The Best-Dressed Table in Town

Mary K. Stout

Editorial Assistant

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    Even if you’ve never sewn before, these placemats won’t tax your skills, but they will brighten up your meals. They’re also fun to make and give as gifts. Quilted cotton is recommended, but muslin, denim, or canvas will also work. For reversible placemats, cut two complementary fabrics into rectangles 14-by-21 inches (large) or 12-by-18 inches (small). Pin right sides together and sew 1/4 inch from the edge, leaving 2 1/2 inches open in the middle of one side. Trim your corners if you have rounded your edges or snip them into the seam if they are square. Then turn the placemat right side out. Next hand stitch the 2 1/2-inch opening with blind hemming or attach a napkin holder at the seam and then hem. Napkin rings are made from 5-by-8-inch rectangles of fabric. These can be fastened to the placemats or left free to lie on the mats. Press all seams flat.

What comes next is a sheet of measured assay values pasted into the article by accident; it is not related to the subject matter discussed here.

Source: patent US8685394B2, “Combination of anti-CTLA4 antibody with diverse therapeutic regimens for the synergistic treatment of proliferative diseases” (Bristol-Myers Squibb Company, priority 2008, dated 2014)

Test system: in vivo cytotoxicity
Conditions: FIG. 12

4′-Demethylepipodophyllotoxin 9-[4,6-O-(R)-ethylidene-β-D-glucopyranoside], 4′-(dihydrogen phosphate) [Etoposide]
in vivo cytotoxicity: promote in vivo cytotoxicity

You may prefer oval mats with a contrasting bias binding. Make a cardboard or paper pattern to the size you want. Then cut a single thickness of fabric for each placemat. Cut a bias strip and attach it to the edge. Use your imagination and embroider on your mats or sew pockets for silverware.

    Napkins are cut from lighter-weight materials such as cotton, kettlecloth, or any other absorbent, washable fabric. Cut the material into 18-inch squares and hem. Don’t be afraid to mix checks with stripes or different prints. You may want to make more than one set of napkins for the placemats. These, too, may be embroidered with names, dates, or individual maxims.

    One yard of 45-inch fabric will make four large placemats or six small ones, with extra material left for napkin rings or pot holders. Seven-inch squares sewn together make attractive pot holders.

    Photo by Royce Bair